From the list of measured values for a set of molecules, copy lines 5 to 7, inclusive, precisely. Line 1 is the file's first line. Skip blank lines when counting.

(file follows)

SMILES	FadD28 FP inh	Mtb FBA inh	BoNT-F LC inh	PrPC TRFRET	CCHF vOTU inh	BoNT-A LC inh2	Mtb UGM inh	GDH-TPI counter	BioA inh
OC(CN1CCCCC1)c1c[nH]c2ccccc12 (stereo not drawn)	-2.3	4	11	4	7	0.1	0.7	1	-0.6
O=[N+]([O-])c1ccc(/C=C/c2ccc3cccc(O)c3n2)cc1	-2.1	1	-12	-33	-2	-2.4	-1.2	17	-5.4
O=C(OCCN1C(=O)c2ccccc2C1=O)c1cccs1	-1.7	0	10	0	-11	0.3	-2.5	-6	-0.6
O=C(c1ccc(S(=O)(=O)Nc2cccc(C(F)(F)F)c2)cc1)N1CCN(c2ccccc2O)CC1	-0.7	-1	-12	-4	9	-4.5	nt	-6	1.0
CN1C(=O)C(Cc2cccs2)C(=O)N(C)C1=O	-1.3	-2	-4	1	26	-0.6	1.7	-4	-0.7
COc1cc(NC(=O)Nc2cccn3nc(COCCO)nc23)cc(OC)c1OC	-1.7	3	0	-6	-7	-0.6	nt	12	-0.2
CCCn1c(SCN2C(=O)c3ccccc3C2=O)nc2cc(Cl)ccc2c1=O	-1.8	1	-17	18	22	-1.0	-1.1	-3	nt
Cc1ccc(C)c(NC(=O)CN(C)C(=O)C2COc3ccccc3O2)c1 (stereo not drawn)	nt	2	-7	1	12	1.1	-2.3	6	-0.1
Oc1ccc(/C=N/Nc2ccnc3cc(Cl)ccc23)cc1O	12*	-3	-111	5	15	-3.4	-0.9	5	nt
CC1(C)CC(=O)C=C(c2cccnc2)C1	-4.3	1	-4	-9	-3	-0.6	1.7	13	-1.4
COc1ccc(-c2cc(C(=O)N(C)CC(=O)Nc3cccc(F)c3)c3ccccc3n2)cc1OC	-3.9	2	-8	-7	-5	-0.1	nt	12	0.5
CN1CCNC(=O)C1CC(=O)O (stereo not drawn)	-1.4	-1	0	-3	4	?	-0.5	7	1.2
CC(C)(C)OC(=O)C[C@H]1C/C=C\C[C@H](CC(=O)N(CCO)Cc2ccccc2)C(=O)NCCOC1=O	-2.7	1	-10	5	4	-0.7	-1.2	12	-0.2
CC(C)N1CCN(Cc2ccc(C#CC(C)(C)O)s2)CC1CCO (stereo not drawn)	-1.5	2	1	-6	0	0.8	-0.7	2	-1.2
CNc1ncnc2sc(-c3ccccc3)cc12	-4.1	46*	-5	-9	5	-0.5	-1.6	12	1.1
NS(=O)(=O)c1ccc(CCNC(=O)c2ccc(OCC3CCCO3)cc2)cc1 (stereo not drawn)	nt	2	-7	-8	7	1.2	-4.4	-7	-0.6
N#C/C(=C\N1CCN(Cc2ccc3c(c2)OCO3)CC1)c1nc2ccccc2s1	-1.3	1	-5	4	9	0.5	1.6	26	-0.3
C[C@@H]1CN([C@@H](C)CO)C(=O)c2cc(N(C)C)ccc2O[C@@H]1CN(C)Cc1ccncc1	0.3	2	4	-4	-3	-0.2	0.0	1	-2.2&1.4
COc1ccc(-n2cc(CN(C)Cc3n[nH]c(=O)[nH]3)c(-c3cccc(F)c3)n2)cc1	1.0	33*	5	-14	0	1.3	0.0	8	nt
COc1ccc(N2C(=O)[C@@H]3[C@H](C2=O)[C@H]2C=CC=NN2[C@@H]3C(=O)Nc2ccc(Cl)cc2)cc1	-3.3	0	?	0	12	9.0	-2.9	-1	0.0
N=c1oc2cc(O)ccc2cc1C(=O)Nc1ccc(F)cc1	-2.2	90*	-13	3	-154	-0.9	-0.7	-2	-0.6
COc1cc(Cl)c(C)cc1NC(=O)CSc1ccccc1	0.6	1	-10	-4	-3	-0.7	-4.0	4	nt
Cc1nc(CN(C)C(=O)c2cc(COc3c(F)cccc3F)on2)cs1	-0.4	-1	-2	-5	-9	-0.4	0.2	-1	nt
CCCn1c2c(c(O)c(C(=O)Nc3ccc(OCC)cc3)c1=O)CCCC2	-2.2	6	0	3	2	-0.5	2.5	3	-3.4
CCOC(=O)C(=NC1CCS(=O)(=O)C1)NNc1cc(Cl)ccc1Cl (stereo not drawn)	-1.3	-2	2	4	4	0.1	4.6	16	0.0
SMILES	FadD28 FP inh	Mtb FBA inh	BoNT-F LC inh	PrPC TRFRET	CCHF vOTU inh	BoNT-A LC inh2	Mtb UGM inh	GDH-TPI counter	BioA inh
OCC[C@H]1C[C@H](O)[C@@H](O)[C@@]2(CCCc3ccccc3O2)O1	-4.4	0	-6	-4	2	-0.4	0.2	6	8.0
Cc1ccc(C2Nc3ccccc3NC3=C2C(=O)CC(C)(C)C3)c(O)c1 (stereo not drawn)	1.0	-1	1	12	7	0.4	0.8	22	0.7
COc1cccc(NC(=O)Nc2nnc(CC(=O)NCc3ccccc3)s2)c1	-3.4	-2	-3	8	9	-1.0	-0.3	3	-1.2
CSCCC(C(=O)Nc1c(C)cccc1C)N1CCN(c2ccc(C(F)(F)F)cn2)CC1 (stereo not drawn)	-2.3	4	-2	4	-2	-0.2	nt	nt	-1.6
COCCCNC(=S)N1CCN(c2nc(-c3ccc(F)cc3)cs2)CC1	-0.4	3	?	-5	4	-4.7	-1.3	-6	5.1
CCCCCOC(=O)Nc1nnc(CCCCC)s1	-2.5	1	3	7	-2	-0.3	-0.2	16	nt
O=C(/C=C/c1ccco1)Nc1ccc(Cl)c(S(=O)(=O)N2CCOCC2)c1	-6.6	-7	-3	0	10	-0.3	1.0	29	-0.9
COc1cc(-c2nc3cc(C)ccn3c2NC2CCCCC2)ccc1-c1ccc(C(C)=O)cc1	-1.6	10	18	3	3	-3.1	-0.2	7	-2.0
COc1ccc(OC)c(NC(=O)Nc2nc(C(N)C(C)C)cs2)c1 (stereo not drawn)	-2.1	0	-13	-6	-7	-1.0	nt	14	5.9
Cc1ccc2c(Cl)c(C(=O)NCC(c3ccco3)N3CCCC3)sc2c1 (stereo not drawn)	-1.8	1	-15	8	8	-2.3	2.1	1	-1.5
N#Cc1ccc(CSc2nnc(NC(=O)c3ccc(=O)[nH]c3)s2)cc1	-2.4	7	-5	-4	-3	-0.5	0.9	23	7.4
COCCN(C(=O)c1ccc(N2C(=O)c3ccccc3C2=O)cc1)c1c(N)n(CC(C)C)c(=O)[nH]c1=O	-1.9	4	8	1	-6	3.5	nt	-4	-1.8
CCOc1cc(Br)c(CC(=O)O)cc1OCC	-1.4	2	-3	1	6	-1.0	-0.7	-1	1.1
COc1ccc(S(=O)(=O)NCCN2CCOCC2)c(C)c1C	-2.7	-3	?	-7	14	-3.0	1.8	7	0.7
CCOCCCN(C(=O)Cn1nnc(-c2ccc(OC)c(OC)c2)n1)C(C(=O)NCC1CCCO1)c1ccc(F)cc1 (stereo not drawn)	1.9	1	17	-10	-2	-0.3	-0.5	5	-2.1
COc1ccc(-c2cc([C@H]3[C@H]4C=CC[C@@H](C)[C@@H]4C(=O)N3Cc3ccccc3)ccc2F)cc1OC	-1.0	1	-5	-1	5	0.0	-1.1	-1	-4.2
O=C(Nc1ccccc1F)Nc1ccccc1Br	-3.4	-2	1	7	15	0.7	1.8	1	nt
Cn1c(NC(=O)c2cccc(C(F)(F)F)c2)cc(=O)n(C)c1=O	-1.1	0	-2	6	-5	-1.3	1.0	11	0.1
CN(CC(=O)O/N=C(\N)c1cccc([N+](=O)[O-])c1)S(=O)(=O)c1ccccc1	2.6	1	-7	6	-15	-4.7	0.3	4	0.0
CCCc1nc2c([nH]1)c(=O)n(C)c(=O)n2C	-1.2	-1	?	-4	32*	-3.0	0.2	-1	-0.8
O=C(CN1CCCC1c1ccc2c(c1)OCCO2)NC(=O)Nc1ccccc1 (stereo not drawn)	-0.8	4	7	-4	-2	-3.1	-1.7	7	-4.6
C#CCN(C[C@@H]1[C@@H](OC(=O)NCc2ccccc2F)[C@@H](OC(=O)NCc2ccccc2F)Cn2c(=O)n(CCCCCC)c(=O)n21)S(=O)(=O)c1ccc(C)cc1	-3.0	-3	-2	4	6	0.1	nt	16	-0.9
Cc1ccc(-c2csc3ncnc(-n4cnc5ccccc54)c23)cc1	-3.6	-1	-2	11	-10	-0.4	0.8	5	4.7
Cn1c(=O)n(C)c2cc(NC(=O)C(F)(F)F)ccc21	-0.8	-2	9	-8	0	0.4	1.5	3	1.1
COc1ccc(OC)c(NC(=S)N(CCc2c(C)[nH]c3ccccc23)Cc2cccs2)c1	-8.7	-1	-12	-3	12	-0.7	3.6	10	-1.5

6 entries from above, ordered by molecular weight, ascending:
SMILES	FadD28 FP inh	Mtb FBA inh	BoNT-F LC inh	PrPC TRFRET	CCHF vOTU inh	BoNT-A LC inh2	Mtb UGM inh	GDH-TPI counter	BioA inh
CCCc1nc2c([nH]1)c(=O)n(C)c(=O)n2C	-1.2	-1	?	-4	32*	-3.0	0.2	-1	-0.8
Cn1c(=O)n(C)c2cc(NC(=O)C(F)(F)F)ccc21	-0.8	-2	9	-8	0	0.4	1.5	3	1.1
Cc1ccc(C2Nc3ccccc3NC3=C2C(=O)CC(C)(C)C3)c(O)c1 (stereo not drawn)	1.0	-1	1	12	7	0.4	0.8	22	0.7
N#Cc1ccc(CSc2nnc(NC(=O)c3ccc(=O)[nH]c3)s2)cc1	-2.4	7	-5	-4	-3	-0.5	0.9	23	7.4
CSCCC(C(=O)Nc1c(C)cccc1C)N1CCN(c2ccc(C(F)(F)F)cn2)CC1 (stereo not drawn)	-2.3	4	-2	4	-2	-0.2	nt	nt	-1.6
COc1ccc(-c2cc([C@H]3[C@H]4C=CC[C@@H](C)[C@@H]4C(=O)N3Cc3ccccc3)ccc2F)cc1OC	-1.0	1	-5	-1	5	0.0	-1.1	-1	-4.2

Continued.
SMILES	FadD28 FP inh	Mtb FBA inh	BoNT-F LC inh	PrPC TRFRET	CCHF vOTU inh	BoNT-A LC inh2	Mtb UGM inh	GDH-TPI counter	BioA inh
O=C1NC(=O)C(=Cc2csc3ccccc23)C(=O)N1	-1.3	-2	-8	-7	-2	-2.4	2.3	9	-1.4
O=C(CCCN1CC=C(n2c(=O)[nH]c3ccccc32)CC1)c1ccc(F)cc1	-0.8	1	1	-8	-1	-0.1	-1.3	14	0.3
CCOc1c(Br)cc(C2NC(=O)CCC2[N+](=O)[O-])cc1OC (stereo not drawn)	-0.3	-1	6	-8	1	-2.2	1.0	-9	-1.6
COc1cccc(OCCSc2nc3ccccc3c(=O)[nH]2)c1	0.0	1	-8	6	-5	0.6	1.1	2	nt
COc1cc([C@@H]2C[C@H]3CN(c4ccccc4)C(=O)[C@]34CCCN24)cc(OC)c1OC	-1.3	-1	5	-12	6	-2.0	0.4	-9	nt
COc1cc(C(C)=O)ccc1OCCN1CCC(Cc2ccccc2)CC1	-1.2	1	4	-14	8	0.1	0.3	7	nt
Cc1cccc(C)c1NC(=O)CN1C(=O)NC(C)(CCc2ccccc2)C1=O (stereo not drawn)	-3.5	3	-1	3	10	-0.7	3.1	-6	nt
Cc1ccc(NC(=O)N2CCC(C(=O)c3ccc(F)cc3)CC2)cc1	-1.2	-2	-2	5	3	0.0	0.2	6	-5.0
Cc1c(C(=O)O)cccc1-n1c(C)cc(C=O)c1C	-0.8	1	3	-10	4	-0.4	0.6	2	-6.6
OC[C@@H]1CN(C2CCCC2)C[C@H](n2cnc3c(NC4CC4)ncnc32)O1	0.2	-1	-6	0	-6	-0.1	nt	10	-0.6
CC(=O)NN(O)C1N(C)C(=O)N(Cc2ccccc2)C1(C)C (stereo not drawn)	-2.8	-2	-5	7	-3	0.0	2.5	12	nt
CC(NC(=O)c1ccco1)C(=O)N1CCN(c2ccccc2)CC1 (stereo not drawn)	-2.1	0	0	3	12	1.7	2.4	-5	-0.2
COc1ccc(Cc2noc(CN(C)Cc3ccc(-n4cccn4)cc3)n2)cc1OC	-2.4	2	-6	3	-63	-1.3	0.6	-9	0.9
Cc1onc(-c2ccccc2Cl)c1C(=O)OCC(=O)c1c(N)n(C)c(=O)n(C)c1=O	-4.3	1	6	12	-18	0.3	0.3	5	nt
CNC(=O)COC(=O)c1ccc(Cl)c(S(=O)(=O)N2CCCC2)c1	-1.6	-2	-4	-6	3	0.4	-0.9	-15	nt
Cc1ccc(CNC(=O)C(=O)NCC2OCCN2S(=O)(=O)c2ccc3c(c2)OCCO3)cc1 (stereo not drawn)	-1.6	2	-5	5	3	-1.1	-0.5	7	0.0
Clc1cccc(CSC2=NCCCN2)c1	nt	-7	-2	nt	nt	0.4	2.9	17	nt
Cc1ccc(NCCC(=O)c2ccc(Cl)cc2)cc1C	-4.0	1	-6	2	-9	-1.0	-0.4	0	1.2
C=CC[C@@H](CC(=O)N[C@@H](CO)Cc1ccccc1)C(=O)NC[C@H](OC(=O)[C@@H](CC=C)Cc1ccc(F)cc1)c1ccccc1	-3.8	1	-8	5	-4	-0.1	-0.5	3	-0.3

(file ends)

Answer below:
O=C(c1ccc(S(=O)(=O)Nc2cccc(C(F)(F)F)c2)cc1)N1CCN(c2ccccc2O)CC1	-0.7	-1	-12	-4	9	-4.5	nt	-6	1.0
CN1C(=O)C(Cc2cccs2)C(=O)N(C)C1=O	-1.3	-2	-4	1	26	-0.6	1.7	-4	-0.7
COc1cc(NC(=O)Nc2cccn3nc(COCCO)nc23)cc(OC)c1OC	-1.7	3	0	-6	-7	-0.6	nt	12	-0.2